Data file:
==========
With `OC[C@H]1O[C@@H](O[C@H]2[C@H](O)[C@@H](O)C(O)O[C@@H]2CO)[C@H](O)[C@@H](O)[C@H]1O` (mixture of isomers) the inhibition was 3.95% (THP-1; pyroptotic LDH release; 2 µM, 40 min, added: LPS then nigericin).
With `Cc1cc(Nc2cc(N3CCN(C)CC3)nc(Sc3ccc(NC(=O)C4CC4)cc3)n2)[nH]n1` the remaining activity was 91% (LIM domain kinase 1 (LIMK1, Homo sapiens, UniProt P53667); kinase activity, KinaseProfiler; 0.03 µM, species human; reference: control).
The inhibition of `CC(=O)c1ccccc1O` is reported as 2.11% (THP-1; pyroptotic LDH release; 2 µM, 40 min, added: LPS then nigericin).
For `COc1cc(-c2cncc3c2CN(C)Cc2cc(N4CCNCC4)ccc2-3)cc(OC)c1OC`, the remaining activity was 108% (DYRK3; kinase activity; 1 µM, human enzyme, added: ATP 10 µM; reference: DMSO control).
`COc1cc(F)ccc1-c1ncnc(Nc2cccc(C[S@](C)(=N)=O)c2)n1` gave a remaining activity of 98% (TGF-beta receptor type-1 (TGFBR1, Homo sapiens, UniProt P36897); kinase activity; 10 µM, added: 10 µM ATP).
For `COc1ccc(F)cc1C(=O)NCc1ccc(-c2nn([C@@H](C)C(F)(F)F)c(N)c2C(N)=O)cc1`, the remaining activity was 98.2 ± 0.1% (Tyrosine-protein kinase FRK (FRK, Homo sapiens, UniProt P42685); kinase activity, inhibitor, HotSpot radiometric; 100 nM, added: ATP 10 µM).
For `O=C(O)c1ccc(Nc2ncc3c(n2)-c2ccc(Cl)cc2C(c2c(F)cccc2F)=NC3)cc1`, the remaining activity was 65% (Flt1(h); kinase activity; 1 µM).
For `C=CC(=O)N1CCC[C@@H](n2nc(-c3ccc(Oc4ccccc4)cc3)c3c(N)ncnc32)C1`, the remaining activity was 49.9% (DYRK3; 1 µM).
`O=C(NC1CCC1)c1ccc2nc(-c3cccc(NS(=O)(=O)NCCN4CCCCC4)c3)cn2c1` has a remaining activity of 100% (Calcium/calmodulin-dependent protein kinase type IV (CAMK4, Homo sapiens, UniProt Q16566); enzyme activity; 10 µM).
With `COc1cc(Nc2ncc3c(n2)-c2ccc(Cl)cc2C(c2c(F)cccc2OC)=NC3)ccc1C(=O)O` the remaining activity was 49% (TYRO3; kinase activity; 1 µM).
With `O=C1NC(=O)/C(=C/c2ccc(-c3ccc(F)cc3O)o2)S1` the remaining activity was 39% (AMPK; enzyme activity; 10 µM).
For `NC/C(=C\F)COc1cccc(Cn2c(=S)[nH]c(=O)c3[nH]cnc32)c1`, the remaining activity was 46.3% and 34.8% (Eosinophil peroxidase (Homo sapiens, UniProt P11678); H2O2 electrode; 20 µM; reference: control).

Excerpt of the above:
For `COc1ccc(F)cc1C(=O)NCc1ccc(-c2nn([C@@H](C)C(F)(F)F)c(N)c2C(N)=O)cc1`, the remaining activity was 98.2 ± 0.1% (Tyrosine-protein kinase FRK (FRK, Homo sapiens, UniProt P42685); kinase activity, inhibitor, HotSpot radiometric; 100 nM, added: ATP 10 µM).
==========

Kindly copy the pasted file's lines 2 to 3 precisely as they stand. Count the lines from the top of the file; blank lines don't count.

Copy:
With `Cc1cc(Nc2cc(N3CCN(C)CC3)nc(Sc3ccc(NC(=O)C4CC4)cc3)n2)[nH]n1` the remaining activity was 91% (LIM domain kinase 1 (LIMK1, Homo sapiens, UniProt P53667); kinase activity, KinaseProfiler; 0.03 µM, species human; reference: control).
The inhibition of `CC(=O)c1ccccc1O` is reported as 2.11% (THP-1; pyroptotic LDH release; 2 µM, 40 min, added: LPS then nigericin).